Film Information


Educational Resources




Interview with Director Michael Gautsch!

How did you come up with the idea for “The Little School of Behaviour”?

A teacher rang the educational film distribution office of Cinetop-Film and asked if there was a film concerning “good behaviour” available for schools. We looked for something matching this criteria but came up with nothing. In the end I said: “If such a film doesn't exist, then let's make one”.

Was this a difficult undertaking?

Sometimes. I thought for a long time about how to address such a topic. A film that simply strings together acts of good behaviour, like an etiquette guide, seemed to me to be too one-dimensional and didn't offer me a solid ground to properly identify with children. People, children included, often take the easiest path. Therefore, it was important to show the negative portrayal first, where egoism and recklessness lead to failure and then the positive version that leads to success. To me, the comparison of good and bad behaviour seemed, in a didactic sense, to be more sensible.

Did you receive any advice from experts?

We gave teachers who teach students at this level, individual copies of the script to read. This included some teachers who also provide behavioural education in some of their lessons. We received a lot of feedback from this and made every effort to integrate their valuable suggestions into the screenplay. Sometimes we did indeed have to reach a compromise because the teachers offering us advice sometimes had differing views.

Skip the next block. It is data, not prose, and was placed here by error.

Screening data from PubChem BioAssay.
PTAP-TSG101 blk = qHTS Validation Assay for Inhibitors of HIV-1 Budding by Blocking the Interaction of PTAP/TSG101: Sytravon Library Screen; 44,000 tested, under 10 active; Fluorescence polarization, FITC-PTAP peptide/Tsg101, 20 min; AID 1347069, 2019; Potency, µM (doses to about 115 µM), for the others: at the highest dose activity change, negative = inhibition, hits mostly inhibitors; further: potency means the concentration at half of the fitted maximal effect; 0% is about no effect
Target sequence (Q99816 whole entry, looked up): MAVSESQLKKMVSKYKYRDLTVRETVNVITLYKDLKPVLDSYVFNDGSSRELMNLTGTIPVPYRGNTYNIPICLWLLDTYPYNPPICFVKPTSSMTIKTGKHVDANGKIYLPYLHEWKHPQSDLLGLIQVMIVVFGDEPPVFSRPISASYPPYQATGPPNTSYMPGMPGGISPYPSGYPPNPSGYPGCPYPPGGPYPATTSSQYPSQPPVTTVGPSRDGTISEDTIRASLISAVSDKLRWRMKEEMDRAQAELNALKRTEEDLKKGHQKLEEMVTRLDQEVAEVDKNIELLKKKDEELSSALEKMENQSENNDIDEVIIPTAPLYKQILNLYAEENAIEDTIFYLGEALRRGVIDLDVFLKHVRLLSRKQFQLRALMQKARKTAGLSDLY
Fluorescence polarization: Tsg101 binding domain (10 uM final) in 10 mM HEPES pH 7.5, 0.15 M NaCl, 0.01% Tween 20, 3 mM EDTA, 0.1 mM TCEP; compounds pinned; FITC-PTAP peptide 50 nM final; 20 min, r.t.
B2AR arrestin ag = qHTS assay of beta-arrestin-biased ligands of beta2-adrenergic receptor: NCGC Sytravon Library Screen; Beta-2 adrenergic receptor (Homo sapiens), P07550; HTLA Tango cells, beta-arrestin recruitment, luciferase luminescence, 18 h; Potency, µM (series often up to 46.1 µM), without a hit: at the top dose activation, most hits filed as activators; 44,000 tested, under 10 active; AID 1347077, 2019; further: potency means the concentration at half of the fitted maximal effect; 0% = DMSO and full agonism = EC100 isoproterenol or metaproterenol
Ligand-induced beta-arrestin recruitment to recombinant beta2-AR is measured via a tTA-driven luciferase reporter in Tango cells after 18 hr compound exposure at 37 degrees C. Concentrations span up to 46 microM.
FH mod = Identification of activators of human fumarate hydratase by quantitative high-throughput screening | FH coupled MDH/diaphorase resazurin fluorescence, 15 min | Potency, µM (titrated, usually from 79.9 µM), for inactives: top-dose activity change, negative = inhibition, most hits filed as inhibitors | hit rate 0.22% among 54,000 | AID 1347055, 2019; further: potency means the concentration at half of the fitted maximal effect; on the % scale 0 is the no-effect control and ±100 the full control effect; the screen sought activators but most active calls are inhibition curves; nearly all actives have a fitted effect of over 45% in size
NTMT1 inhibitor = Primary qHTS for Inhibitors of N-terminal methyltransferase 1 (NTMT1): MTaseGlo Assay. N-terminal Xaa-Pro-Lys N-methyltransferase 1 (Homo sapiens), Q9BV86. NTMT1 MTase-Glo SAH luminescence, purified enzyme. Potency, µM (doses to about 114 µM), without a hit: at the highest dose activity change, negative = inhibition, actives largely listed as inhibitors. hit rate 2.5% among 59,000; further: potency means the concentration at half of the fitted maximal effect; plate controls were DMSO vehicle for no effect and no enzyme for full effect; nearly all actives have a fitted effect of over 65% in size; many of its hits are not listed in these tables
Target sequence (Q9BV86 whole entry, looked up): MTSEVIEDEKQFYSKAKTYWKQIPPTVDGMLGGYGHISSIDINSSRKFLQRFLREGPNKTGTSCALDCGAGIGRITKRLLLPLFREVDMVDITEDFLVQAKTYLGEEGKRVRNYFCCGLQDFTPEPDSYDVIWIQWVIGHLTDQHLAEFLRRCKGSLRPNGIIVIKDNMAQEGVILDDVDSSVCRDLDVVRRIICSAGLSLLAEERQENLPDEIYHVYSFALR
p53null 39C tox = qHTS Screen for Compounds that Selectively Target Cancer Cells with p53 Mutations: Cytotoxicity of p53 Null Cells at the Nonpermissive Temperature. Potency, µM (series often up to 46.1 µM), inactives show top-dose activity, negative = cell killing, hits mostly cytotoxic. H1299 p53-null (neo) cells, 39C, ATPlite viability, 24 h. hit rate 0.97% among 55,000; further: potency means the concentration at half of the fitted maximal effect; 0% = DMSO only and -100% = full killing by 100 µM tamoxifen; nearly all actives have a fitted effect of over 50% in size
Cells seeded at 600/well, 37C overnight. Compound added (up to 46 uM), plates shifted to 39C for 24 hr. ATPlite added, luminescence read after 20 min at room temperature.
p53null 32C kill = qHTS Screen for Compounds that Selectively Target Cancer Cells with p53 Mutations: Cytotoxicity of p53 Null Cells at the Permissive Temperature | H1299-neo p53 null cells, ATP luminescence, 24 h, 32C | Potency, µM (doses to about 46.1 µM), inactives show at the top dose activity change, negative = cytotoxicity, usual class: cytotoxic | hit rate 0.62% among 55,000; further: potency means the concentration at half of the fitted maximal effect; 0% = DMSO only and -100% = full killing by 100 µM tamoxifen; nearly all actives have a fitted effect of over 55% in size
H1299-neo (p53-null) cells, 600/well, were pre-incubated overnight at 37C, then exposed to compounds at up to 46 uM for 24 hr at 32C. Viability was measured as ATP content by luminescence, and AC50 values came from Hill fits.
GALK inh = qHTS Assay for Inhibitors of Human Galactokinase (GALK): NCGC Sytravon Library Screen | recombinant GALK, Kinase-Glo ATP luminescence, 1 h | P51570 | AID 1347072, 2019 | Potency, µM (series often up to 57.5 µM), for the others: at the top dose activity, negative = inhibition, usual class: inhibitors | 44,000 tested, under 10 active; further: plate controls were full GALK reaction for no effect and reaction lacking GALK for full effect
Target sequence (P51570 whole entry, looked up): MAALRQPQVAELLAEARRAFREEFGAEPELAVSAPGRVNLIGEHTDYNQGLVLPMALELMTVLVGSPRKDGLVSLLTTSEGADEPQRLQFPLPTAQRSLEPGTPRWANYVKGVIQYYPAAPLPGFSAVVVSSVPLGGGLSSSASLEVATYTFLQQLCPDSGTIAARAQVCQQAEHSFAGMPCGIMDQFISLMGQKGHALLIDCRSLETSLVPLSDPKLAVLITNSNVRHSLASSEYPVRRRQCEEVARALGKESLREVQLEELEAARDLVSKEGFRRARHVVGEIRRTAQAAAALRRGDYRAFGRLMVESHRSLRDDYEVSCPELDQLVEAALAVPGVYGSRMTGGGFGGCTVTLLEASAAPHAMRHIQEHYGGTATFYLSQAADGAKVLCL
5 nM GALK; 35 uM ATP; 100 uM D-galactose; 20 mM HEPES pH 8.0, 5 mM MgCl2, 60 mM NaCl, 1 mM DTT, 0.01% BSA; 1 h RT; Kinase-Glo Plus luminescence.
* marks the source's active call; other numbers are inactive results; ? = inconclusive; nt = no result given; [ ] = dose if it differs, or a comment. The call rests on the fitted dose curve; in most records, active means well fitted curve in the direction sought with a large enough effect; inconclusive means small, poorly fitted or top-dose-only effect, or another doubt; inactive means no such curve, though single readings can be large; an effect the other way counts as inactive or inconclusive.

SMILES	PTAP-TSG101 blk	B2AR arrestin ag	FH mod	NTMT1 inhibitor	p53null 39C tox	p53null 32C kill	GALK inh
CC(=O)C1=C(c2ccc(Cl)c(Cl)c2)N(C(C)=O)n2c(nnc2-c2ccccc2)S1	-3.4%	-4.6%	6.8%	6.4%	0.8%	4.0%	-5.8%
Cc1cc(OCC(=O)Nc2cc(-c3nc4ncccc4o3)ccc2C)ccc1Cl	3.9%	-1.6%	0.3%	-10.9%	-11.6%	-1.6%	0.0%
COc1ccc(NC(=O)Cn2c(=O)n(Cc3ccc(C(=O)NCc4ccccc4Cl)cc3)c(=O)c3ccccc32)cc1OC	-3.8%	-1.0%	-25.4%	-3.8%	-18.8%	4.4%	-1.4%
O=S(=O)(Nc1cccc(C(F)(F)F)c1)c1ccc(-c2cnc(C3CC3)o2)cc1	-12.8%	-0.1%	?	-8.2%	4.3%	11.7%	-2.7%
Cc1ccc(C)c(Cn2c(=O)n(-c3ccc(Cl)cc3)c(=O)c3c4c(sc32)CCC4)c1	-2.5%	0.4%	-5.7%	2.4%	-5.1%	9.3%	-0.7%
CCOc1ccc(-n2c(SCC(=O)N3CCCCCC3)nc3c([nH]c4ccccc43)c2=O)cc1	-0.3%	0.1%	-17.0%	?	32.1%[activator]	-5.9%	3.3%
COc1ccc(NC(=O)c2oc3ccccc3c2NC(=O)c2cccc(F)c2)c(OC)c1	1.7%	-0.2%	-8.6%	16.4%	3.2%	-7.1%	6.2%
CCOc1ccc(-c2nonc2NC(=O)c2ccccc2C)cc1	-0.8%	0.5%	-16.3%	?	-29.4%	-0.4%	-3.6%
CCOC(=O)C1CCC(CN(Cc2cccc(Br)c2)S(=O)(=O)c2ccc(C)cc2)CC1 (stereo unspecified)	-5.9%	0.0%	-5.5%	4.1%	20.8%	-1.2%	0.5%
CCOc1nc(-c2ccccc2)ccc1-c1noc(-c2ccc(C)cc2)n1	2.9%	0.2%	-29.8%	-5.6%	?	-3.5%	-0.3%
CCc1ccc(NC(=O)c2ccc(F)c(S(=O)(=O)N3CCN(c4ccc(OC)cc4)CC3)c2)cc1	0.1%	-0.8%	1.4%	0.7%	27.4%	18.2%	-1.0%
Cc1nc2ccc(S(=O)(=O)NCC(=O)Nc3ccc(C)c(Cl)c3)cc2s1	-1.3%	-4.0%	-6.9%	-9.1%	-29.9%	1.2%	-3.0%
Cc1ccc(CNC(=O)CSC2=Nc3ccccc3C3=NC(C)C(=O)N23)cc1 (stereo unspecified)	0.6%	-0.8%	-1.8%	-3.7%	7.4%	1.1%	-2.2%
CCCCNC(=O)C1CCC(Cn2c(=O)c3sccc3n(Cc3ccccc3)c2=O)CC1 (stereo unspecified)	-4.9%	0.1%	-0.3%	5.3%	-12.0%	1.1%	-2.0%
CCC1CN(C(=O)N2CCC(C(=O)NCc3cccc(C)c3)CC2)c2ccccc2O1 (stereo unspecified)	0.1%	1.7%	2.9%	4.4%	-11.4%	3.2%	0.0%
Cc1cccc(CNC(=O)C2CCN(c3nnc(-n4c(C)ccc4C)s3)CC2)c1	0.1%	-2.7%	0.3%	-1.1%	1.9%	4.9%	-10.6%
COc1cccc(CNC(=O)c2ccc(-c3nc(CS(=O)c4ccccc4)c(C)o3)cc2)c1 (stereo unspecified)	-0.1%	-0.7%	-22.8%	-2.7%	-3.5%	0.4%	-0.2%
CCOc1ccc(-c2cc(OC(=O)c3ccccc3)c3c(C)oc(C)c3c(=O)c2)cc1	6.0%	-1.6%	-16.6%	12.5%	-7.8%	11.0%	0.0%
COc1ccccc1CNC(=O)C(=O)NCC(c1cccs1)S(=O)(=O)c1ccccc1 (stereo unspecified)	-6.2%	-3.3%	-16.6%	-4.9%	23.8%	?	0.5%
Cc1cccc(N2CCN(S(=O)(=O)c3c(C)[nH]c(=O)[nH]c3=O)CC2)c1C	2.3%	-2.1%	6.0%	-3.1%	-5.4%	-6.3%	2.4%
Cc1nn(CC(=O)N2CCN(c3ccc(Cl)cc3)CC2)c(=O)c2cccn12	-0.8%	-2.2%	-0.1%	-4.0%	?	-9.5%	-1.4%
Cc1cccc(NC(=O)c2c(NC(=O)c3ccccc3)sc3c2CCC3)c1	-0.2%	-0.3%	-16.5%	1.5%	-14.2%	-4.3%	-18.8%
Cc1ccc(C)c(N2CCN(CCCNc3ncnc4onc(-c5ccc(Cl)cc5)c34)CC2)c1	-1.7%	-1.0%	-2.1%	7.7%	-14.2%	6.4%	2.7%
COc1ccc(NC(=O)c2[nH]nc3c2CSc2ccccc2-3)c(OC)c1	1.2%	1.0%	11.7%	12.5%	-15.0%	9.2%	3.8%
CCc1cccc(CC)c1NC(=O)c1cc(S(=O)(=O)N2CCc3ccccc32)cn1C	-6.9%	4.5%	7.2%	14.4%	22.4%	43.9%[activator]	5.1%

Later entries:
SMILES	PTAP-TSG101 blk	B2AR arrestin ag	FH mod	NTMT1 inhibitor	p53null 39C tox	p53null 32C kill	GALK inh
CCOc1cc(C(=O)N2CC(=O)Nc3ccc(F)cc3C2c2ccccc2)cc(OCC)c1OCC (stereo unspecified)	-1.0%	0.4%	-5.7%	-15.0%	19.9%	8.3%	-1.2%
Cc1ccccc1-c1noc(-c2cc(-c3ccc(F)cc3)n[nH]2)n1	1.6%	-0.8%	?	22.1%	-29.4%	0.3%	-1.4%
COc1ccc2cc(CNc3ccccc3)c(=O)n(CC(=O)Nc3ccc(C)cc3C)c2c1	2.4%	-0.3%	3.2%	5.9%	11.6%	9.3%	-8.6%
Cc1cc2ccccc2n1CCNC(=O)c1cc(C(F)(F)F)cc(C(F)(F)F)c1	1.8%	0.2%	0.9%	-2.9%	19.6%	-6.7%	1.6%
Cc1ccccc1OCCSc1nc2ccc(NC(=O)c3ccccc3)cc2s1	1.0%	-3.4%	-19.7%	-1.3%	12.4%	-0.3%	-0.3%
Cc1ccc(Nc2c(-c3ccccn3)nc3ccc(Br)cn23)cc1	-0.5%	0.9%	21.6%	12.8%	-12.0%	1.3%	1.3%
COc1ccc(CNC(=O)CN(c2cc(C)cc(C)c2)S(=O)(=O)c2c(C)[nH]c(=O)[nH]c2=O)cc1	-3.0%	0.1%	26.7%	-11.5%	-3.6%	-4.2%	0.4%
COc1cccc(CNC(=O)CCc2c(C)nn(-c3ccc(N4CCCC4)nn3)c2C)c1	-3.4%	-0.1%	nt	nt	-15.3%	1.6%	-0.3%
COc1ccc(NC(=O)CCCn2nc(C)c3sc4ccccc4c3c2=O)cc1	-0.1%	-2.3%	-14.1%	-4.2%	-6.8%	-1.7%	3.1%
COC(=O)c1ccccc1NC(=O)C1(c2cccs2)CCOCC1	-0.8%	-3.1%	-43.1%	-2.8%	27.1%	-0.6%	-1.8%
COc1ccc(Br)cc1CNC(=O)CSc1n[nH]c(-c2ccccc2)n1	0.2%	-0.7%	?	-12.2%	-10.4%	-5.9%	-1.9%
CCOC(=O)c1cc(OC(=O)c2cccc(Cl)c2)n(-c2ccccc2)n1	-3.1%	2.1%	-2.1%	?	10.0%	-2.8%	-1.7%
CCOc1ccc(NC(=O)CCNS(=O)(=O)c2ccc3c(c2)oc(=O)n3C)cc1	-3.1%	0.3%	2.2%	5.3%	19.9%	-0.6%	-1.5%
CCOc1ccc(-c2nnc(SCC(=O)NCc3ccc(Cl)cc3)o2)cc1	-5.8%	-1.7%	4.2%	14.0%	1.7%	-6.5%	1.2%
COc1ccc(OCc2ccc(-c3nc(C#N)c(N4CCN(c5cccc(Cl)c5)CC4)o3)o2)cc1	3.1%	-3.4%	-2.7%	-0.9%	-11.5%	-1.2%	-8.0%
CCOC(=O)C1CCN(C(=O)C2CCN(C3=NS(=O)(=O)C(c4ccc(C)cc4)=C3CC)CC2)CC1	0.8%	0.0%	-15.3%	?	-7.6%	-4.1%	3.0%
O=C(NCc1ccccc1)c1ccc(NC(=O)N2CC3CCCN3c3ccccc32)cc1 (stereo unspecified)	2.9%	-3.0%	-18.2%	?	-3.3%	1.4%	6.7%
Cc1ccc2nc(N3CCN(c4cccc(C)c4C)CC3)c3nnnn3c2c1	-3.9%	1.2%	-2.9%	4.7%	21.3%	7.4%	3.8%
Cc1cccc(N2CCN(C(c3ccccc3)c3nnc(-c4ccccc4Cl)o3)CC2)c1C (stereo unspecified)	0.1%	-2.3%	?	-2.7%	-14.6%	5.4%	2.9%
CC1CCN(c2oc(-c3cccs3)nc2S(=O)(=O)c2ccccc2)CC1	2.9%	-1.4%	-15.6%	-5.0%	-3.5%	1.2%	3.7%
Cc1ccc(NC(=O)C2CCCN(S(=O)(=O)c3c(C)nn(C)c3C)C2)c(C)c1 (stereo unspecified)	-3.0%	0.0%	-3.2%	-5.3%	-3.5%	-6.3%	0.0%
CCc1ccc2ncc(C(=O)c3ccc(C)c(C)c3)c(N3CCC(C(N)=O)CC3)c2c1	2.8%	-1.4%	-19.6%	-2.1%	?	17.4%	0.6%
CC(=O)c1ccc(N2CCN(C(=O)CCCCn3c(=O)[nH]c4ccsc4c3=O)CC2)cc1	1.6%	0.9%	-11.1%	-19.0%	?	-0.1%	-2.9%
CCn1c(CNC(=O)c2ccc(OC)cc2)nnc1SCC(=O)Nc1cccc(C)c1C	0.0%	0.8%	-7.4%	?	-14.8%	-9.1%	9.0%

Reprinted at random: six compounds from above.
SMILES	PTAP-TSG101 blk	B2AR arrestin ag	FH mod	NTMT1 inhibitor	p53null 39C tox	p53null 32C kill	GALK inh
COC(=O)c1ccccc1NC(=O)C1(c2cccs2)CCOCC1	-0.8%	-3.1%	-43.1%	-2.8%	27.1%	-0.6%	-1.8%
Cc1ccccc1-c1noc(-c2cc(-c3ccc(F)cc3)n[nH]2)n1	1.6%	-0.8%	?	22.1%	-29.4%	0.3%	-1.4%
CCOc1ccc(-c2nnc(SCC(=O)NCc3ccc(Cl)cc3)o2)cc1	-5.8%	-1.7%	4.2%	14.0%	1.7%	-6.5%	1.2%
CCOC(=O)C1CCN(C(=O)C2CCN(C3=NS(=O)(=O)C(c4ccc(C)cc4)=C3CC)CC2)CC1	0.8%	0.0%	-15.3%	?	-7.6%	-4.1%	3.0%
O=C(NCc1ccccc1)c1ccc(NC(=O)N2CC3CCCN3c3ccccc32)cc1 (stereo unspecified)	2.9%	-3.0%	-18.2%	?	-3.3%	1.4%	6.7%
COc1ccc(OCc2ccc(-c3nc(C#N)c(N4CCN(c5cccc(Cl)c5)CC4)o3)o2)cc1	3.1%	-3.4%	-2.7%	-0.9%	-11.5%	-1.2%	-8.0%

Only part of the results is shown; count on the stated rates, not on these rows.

Can you give an example?

For example, in the scene where Max is late for class and makes up an excuse about his cat and then his hamster, which the teacher then calls his “hamster-cat” and the whole class laughs. One teacher thought this scene should remain exactly as it is because it gives the film a more relaxed feel. However, another teacher was of the opinion that Max's behaviour here is not exemplary. We then expanded the scene to show Max admitting that he was late because he had met a friend outside school. He owns up, learns not to make up excuses but to tell the truth. To show this scene, of course, makes sense.

How important was the film dialogue to you?

Unbelievably important. And as an author, you can never be sure if you've got it right. In such cases, you just have to take the bull by the horns. In order to be really sure that the dialogue was realistic and representative of the correct age group we carried out a script read-through in one of the classes in which we filmed.

And were there any corrections?

Well, yes. The students usually said things like “I'd say that like this ...” rather than “No one says that”. Some new ideas were also introduced. Like the excuse, that they hadn't heard the school bell ring. The teacher who was present at the time of the script read-through said afterwards that she was surprised at how openly the children expressed themselves.

How did the children react to the sentences with which Max is abusive to the elderly lady on the bus?